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Fairest, Vol. 1 by Bill Willingham
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Fairest, Vol. 1 (edition 2012)

by Bill Willingham, Phil Jimenez (Illustrator)

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2191353,142 (3.77)13
Member:MikeBriggs
Title:Fairest, Vol. 1
Authors:Bill Willingham (Author)
Other authors:Phil Jimenez (Illustrator)
Info:Vertigo (2012), Edition: First Edition, Paperback, 160 pages
Collections:Read, Read in 2012, Read in November, Read but unowned, Series
Rating:***1/2
Tags:Fiction, Graphic Novel, Comics, Fables, Fables Spin-off

Work details

Fairest: Wide Awake by Bill Willingham (Author)

Recently added byShellyS, willowsmom, private library, allmadhere, CalebAndMere, pva, bergney, rickyrickyricky

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This is not a story about girl power. That's what some people might by looking at the cover. It's actually a story about the Snow Queen and Briar Rose. We get an explanation on the rules of true loves first kiss. The thing I enjoyed about this is how it keeps what you love about Fables and keeps it going. You do need to know the other stories in the Fables universe to understand the story. But if you don't you can enjoy the story only to a point though. ( )
  Kurt.Rocourt | May 22, 2015 |
Description: New York Times bestselling, award-winning creator Bill Willingham presents a new series starring the beautiful, deadly ladies from his hit series FABLES. Balancing horror, humor and adventure in the FABLES tradition, FAIREST explores the secret histories of Sleeping Beauty, Rapunzel, Cinderella, The Snow Queen, Thumbelina, Snow White, Rose Red and others.

The first 6-issue tale follows the misadventures of Briar Rose immediately after the events of FABLES #107(collected in FABLES VOL. 16: SUPER TEAM), in which she was stolen away by the goblin army. Following this first collection, Willingham will serve as a consultant on all story arcs and introduce new writers from other mediums to the FABLES mythos.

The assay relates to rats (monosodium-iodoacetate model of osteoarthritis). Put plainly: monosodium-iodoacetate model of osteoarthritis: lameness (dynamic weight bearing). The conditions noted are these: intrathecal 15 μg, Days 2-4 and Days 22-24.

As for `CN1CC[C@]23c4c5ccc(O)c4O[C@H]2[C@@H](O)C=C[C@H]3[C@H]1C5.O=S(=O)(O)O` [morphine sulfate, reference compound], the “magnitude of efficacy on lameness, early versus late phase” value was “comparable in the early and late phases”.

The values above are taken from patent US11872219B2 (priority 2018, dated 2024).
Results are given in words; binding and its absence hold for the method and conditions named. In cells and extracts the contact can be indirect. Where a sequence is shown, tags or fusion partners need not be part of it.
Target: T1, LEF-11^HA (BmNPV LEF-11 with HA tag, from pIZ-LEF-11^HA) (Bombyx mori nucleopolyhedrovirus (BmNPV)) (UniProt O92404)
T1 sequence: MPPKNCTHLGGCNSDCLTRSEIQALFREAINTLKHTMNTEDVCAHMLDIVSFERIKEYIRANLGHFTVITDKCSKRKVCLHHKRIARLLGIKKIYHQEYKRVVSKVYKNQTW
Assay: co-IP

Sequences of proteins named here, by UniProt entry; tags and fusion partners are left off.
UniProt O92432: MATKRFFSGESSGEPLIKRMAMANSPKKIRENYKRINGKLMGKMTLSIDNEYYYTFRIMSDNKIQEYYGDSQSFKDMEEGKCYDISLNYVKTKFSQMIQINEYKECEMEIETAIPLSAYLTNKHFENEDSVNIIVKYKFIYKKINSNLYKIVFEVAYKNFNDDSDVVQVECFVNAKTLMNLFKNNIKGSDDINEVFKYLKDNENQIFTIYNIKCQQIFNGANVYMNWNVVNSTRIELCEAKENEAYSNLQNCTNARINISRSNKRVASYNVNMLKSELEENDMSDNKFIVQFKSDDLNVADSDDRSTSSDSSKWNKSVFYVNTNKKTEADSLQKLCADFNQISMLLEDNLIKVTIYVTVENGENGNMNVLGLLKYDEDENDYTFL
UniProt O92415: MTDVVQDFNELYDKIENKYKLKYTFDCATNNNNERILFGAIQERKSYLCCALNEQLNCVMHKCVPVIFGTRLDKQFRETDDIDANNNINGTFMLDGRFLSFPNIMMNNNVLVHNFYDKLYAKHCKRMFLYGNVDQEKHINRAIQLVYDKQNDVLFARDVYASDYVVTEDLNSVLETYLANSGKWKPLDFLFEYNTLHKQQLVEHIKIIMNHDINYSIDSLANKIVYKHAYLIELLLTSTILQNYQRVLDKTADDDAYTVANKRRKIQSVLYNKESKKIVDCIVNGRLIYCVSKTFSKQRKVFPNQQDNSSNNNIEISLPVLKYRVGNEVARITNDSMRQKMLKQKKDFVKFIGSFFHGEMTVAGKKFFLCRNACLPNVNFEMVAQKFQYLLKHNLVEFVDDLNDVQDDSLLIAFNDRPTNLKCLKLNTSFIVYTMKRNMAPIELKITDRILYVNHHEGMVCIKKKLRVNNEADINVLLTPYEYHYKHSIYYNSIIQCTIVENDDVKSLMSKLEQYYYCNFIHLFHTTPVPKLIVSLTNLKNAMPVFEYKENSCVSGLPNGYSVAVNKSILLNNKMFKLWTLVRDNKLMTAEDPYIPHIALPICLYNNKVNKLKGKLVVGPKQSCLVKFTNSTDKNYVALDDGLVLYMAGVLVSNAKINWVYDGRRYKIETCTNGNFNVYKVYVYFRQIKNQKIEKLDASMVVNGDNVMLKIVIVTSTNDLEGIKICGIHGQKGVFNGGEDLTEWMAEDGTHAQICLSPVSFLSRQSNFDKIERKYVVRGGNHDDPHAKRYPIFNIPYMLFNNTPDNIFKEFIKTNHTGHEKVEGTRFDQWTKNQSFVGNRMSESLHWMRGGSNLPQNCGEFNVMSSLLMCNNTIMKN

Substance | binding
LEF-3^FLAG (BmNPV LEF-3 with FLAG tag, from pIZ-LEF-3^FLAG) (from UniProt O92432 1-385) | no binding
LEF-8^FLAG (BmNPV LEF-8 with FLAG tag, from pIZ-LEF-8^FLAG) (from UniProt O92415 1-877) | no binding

Fan-favorite artist Phil Jimenez (WONDER WOMAN, THE INVISIBLES) returns to Vertigo to pencil the opening storyline. Award-winning cover artist Adam Hughes (WONDER WOMAN, BATGIRL) provides covers, starting with a wraparound cover on issue #1 that spotlights the lovely ladies who will star in the series.

Thoughts: Oh goody! Another Fables spin-off that's really lovely! I really enjoyed the first Cinderella spin-off but found the follow up Fables Are Forever a bit underwhelming so I wasn't sure how this one would turn out. Those Cindy stories are now going to be folded into this larger series that will feature many of the female Fables I love so much.

The first volume of Fairest wasn't a disappointment. I was a bit surprised that so much of the storyline was focused on a lesser known non-Fabletown resident female character, but she is a very interesting one. The intersection of that character's story with that of Briar Rose and how that led to the show down of the story arch was nice and satisfying.

I'm not sure how I feel about the last issue collected in this volume, issue 7 which is a stand-alone story arch. I won't give the story away in case anyone else follows the series, so I'll just say that it kind of turns a whole storyline on it's head completely and I'm not sure why it was done or how I feel about it. It was an intriguing read but I almost want them to come back in Fables and say "Ha! Just kidding, sucka!"

My biggest complaint, as always with comics, is that when a story is really intriguing, I want more. More exploration. More depth. More more more. This is, of course, why I can't really get into comics/graphic novels more than I am. I want novel length/worthy stuff that just happens to have pretty pictures and that just doesn't exist all that much. If only all comics writers were more like Will Eisner.

Rating: 3.8

Liked: 4
Plot: 4
Characterization: 4
Writing: 3

https://www.librarything.com/topic/142777#3718014 ( )
  leahbird | Jan 15, 2015 |
This installment answers the question of what happened once Briar Rose had made herself as well as everyone else fall asleep in her part of the battle against The Adversary (Fables Volume 11). The volume also includes a 50s noir-type short about the Beast and his Beauty, which adds an interesting layer to Beauty's character. I feel like I've been waiting a long time to find out what became of Briar Rose and I'm not disappointed to see the aftermath. I particularly enjoyed the discussion of "true love's kiss" and the battle of the godmothers - lots of great ass-kicking in this one! I also enjoyed getting an introduction to bottle-imp Jonah Panghammer and I hope we get to meet him again elsewhere in the series. ( )
  -Eva- | Jul 9, 2014 |
This was worth it for the short noir Beauty and the Beast story at the end (forever my childhood fairytale OTP ok). All of my heart, right there. NICE twist.